Cedar Trees Donated to VIU for Totem Pole Project Receive Blessing

May 30, 2014 - 5:00am

Nanaimo-based Island Timberlands donated the three cedar trees to the totem pole carving project initiated by the VIU Students’ Union (VIUSU). The trees were delivered to VIU Friday, May 30, with carving set to begin June 16.

“Island Timberlands is pleased to be able to participate with VIU, the VIU Students’ Union, Nuu-chah-nulth Tribal Council, the Métis Association of BC, the City of Nanaimo, and master carvers from Kwakwaka’wakw, Ahousaht, and Snuneymuxw in the Shq’apthut project,” said Island Timberlands president Darshan Sihota, who attended the blessing ceremony with VIU representatives, carvers, Snuneymuxw community members and First Nations Elders.

As the first phase in the totem pole project, the three totems will grace the entrance of Shq’aphut, the Aboriginal Gathering Place at VIU. Future totems will be carved with similar donations of trees by Western Forest Products and TimberWest.

Over the summer and fall months, the three cedars will be carved into totems by George Hunt Jr. (Kwakwaka’wakw), Qwaya Sam (Ahousaht First Nation), Noel Brown (Snuneymuxw) and Thomas Jones (Snuneymuxw).

VIU President and Vice Chancellor Ralph Nilson, who was in attendance at the blessing, said he is impressed by the student-led initiative kicked off by VIUSU chairperson Sherry McCarthy, and by the generous donation by Island Timberlands.

“This project exemplifies the value VIU places on building strong, collaborative partnerships,” Nilson said. “We appreciate Island Timberlands’ support for this project and their valuable contribution.”

The totem pole project exemplifies the commitment and support VIU extends to Aboriginal students and their learning, Nilson added. “When they are raised, these totem poles will signify VIU’s strong, enduring ties to the First Nations people in our region, whose land makes it possible for us to learn, teach and gather on our campuses.”

Snuneymuxw Elder Geraldine Manson led the ceremony at a site south of Nanaimo in forest lands owned by Island Timberlands. In her blessing, and in songs by Elder Ray Peter and his sons Bubba and Clay, Manson said the cedars were honoured in the traditional way passed down through generations of First Nations people.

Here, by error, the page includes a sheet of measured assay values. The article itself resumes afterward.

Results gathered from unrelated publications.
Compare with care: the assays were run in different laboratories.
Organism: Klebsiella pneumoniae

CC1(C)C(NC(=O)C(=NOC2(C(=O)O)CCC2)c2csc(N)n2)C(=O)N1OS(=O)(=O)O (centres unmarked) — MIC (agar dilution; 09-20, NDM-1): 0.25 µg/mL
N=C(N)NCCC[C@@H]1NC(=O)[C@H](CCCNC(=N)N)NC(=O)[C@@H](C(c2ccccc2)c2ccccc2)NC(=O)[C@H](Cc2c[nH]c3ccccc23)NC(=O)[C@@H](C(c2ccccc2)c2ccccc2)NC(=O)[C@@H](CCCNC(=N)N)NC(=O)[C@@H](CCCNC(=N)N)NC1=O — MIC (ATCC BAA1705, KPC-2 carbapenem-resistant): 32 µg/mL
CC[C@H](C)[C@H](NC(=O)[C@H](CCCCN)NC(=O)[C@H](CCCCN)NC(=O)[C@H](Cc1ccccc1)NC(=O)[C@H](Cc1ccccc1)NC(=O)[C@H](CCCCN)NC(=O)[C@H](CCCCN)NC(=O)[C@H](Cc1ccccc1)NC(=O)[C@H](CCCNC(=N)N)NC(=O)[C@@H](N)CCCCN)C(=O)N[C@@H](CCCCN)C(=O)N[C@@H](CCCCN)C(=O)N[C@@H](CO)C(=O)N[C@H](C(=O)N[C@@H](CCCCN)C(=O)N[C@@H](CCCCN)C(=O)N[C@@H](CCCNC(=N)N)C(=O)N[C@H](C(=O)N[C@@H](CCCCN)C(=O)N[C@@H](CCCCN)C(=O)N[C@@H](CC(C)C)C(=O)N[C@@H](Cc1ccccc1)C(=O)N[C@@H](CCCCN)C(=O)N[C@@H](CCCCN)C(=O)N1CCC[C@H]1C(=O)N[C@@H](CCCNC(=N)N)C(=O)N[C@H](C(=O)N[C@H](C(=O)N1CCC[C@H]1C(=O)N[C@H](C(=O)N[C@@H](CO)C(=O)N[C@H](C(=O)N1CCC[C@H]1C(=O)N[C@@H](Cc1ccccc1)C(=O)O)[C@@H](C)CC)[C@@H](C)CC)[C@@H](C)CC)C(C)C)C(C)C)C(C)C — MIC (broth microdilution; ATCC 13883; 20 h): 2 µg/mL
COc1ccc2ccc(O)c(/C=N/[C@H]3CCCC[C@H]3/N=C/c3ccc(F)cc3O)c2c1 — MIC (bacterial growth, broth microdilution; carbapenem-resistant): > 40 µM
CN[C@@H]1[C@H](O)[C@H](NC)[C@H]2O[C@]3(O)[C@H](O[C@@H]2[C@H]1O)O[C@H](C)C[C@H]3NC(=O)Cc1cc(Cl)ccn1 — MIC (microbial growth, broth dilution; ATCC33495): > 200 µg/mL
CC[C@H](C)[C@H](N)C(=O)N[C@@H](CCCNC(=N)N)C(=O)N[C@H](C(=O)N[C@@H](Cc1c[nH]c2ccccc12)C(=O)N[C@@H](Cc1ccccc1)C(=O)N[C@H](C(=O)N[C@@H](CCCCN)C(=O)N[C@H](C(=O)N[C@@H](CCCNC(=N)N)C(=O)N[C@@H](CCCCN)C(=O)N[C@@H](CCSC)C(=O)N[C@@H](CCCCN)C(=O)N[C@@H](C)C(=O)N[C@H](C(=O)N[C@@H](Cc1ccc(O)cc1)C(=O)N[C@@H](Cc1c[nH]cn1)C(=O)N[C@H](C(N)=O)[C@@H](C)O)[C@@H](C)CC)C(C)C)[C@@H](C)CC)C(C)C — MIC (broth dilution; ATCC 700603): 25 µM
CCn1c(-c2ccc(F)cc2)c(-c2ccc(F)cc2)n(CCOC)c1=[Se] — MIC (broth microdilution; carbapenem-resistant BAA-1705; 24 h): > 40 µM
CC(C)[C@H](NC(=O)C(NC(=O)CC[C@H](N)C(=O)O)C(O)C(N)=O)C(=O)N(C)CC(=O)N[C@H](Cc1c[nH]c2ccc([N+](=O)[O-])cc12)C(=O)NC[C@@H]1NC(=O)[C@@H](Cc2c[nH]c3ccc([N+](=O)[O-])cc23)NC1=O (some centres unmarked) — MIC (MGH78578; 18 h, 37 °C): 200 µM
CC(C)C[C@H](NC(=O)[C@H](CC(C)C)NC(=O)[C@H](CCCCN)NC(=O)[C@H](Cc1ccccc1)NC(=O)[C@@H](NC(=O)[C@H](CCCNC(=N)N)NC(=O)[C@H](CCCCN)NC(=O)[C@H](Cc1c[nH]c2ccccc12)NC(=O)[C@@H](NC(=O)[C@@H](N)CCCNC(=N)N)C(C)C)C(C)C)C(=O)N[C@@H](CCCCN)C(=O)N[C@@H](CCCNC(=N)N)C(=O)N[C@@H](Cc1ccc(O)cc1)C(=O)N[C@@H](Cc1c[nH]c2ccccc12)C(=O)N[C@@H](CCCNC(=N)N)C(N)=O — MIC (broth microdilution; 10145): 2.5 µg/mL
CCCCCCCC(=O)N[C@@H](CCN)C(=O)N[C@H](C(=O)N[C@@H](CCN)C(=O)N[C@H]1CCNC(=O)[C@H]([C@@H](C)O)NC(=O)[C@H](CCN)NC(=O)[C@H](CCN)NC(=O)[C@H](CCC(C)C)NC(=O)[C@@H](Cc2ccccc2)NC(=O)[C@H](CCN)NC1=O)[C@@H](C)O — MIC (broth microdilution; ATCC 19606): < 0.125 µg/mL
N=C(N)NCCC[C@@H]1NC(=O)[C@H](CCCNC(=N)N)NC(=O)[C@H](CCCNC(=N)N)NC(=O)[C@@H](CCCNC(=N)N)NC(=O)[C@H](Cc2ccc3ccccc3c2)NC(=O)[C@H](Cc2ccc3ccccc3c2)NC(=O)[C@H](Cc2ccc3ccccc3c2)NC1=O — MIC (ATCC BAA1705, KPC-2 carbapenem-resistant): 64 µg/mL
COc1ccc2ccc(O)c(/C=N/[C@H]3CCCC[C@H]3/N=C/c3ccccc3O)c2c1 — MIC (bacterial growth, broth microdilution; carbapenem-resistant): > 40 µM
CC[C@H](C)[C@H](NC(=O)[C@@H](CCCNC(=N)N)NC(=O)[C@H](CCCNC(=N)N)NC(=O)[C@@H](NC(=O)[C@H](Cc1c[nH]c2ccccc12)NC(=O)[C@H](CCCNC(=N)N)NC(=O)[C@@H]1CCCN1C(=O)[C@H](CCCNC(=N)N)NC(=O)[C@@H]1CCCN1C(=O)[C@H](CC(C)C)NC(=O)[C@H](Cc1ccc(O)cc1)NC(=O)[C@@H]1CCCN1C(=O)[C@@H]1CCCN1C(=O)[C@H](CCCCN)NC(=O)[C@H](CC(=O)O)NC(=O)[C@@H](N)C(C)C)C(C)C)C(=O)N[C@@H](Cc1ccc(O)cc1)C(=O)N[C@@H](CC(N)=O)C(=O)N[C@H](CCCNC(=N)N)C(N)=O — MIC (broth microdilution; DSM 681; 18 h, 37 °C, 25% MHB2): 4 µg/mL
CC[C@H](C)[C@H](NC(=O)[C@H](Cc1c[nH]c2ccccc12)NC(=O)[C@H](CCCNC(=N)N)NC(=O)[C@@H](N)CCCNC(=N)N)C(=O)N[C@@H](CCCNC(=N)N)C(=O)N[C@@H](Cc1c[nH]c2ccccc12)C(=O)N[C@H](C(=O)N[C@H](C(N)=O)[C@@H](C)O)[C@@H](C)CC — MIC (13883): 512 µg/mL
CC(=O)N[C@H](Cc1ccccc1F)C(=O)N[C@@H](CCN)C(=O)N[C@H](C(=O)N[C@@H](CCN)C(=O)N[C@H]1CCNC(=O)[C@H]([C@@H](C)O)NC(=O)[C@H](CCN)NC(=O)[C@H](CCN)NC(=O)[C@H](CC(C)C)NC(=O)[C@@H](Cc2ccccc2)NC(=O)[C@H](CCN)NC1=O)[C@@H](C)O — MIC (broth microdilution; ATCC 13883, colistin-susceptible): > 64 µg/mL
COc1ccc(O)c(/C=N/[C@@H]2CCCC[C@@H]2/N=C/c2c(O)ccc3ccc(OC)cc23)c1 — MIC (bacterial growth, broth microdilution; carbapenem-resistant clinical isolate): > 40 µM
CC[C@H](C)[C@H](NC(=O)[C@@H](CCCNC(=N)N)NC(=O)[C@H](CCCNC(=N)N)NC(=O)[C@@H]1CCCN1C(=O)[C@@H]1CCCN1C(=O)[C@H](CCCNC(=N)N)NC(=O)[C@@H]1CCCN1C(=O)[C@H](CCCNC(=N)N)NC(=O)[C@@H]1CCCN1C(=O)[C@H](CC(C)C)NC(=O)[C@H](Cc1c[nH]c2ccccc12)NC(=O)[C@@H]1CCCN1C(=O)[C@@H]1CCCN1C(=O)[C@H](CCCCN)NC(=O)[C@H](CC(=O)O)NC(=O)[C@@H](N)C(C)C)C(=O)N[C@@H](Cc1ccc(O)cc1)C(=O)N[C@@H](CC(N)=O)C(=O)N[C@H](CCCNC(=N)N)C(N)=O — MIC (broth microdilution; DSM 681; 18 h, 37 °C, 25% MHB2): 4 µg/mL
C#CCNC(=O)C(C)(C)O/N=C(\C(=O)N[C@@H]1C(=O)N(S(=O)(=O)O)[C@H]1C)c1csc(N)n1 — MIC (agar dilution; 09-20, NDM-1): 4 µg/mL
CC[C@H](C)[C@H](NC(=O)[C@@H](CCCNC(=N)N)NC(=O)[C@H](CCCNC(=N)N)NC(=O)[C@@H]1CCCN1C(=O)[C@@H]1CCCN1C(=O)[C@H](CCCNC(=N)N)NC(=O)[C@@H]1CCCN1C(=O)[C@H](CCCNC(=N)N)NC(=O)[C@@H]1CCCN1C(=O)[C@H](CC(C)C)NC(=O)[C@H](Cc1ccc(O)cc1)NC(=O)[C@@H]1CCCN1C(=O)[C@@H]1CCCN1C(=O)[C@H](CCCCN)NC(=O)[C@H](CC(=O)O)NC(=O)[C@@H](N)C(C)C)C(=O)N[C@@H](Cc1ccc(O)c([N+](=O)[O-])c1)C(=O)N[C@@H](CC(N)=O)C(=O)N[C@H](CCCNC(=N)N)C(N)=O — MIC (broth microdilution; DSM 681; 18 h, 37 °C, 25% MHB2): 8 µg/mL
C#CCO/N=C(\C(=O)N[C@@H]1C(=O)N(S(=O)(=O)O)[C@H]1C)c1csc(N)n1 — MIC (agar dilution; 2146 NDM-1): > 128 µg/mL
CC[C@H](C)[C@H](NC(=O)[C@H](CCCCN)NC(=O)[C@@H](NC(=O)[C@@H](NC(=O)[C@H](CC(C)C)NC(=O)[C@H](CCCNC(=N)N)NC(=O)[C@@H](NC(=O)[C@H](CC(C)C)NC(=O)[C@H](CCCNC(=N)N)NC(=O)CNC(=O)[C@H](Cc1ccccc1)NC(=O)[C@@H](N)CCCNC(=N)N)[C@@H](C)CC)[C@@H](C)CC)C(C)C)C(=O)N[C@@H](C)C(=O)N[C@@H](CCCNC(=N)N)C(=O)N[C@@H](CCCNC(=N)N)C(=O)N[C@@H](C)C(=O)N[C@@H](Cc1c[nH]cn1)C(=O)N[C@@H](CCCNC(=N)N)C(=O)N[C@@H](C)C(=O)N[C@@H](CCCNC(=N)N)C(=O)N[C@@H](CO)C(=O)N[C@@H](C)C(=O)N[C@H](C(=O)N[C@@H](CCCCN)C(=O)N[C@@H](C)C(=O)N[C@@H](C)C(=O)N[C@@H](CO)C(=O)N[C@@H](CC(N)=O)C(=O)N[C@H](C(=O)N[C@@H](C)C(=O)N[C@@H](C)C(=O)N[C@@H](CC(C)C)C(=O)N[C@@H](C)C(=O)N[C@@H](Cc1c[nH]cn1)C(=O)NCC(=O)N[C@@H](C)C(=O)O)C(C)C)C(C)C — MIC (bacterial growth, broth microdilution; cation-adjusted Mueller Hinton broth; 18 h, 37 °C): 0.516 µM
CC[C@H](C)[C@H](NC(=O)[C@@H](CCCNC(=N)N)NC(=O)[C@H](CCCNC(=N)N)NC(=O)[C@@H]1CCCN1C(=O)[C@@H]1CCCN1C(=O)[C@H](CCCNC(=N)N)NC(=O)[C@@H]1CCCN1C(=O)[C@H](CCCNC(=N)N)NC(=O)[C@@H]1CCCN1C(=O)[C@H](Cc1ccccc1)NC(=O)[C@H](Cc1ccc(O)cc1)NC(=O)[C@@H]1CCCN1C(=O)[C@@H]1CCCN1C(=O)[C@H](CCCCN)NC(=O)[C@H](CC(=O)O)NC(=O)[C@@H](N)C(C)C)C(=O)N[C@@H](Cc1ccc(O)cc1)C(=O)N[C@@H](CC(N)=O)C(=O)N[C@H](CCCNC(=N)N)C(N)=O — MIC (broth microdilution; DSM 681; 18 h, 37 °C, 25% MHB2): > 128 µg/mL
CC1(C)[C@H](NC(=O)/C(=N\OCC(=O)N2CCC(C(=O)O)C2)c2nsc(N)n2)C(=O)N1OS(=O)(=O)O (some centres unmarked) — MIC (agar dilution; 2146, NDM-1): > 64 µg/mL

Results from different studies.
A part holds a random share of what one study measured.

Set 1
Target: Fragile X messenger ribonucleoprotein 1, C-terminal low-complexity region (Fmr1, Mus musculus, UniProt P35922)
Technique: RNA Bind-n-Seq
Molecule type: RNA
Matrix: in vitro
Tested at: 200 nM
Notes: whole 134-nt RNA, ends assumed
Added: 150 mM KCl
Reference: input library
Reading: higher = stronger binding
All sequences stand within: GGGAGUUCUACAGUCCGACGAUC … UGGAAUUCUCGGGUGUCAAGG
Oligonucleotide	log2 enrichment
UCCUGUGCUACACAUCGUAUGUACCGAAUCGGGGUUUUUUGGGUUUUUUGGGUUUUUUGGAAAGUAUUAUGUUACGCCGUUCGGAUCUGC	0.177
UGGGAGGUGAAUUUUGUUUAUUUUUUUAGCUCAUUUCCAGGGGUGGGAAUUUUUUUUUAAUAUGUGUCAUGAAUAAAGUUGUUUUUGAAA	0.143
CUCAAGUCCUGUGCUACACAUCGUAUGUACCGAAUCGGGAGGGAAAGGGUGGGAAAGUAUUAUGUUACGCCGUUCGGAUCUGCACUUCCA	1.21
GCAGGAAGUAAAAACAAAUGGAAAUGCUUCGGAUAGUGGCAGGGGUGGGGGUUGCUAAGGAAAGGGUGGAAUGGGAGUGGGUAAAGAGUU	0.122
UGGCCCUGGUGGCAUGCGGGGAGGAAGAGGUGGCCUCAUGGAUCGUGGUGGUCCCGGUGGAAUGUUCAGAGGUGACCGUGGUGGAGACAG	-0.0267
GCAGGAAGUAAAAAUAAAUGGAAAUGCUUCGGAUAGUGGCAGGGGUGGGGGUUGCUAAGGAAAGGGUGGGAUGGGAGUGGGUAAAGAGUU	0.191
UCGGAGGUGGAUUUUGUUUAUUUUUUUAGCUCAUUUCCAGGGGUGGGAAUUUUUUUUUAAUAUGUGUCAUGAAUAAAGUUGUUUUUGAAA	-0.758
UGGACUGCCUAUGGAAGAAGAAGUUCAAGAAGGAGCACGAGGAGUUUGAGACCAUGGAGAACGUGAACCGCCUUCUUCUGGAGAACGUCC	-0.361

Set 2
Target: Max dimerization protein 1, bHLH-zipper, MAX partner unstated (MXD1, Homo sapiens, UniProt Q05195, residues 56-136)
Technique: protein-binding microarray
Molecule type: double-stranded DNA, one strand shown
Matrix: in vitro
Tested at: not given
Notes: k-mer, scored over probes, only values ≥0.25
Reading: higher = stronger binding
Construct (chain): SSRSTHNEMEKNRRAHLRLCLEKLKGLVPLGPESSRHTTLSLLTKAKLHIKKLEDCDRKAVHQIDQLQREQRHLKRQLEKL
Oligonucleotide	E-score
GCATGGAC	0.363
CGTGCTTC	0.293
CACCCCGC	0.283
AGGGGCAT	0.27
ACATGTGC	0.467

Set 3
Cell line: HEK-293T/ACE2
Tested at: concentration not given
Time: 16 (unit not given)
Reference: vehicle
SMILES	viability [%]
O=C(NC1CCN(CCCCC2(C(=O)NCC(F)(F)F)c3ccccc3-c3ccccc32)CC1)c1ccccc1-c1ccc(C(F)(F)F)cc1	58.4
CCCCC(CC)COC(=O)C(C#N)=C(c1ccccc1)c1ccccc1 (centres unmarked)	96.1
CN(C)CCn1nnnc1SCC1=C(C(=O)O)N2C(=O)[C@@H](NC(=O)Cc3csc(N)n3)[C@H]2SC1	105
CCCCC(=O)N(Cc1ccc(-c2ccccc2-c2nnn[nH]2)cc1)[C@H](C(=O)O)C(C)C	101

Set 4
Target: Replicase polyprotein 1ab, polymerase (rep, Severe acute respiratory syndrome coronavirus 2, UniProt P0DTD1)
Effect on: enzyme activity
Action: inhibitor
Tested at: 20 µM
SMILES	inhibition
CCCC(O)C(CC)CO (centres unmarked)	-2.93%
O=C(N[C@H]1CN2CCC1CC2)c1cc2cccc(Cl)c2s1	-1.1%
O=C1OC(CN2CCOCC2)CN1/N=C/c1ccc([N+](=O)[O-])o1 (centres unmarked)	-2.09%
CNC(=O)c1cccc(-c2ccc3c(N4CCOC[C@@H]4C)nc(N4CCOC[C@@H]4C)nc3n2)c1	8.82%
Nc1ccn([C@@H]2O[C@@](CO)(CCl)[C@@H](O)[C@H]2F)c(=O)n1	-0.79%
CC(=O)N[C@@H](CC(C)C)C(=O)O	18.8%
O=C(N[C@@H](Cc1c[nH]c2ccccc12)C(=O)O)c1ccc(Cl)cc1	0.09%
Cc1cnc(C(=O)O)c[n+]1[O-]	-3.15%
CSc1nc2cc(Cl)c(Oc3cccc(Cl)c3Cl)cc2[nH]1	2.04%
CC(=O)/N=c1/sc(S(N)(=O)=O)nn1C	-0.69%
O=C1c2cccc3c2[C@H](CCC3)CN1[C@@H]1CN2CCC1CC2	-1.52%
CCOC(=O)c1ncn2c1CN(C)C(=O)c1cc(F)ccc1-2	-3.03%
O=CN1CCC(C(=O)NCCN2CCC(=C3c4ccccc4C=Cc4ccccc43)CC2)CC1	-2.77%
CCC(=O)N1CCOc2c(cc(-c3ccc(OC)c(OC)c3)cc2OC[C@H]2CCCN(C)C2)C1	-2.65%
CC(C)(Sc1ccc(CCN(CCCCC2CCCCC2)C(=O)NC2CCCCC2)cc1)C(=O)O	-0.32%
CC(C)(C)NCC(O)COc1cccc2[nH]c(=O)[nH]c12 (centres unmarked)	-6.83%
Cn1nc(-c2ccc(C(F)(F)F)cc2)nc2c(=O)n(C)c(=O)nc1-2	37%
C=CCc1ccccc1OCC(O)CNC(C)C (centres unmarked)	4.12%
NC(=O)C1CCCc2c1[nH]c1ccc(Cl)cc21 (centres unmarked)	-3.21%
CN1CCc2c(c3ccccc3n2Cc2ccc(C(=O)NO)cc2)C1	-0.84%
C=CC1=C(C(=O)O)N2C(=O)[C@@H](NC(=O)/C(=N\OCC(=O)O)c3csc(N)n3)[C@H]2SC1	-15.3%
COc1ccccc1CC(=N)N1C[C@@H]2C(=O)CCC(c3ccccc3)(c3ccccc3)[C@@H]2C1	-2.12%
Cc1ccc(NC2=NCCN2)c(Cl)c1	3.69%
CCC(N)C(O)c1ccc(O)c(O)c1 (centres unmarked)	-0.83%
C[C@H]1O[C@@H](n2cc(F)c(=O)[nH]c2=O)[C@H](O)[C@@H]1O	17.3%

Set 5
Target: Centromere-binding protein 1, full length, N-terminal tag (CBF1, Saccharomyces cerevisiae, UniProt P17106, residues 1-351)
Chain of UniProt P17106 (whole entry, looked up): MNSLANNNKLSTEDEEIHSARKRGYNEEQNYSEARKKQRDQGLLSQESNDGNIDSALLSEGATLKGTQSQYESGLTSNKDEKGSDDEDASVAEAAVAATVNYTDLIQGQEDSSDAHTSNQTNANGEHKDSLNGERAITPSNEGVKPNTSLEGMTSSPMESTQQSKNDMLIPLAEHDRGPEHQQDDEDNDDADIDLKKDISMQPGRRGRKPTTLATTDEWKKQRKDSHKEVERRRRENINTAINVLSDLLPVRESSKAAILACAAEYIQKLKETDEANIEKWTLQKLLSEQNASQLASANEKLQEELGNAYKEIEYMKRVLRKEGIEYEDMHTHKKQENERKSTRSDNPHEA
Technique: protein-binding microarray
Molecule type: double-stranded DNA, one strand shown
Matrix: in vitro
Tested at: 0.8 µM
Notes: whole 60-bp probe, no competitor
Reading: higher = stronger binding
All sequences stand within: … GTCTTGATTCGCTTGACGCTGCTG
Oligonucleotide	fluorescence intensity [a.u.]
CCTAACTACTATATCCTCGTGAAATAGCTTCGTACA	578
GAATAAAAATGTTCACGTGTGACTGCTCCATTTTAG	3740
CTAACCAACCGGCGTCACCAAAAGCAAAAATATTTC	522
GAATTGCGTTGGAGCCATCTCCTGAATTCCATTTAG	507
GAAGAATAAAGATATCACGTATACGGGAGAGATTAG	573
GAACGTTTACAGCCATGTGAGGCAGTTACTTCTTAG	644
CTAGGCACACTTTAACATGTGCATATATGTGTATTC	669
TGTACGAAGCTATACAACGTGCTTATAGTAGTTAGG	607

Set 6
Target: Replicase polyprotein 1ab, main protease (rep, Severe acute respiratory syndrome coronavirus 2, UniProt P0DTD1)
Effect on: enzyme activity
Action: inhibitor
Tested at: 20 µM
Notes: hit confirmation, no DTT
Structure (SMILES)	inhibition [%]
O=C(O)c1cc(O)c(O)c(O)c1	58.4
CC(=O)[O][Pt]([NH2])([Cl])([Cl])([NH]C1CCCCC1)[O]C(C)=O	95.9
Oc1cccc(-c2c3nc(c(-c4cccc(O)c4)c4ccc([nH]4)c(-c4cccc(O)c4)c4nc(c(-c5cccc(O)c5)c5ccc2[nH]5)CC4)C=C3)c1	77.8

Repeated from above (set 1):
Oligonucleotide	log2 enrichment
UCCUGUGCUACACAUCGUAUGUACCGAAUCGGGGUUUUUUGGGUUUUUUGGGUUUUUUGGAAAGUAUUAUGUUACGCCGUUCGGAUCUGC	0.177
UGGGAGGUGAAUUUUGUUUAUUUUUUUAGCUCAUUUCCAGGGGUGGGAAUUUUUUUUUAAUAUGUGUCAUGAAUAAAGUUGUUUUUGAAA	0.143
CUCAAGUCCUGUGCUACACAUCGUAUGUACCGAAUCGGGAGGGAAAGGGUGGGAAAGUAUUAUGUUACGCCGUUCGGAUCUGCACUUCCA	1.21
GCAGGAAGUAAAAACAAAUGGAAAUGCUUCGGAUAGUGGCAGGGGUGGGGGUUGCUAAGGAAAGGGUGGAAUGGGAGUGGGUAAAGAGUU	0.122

“Respect must be given to the cedar tree as it has given up its life,” she said. “A prayer along with a sacred song needs to be sung to the tree’s spirit for providing a great benefit to the people who are about to use it.”

This project is just one way VIU is working closely with forestry industry representatives based on Vancouver Island and in coastal BC. The University is also developing a Centre of Forestry Operations Resources in Education and Skills Training (FOREST) to coordinate existing training resources and provide a collaborative forum for development to address gaps. The centre will also provide a hub for applied research in forestry practices to enhance safety and productivity, which aligns with the skills education and training agenda. Other initiatives under consideration include developing a joint VIU/Industry/First Nations approach to forest resources stewardship and management.


About Island Timberlands:
Island Timberlands LP is a private timberlands business focused on growing and harvesting high quality timber and other forest products from coastal British Columbia for a broad customer base in the Pacific Rim region. Recognized as one of the best sources of high quality Douglas-fir, hemlock and cedar in North America, Island Timberlands manages the second largest private timberlands estate in British Columbia.

About Vancouver Island University:
Vancouver Island University is Canada’s west coast university. Known as a centre of excellence for teaching, learning and applied research, VIU offers a diverse range of master and undergraduate degrees, trades and applied technology training, and certificate and diploma programs to more than 17,000 students on campuses in Nanaimo, Powell River and Cowichan, and at the Parksville-Qualicum Centre. For more information visit www.viu.ca.

Shari Bishop Bowes, Communications Officer, Vancouver Island University
P:250.740.6443 C: 250.618.1535 E: Communications@viu.ca T: @viunews

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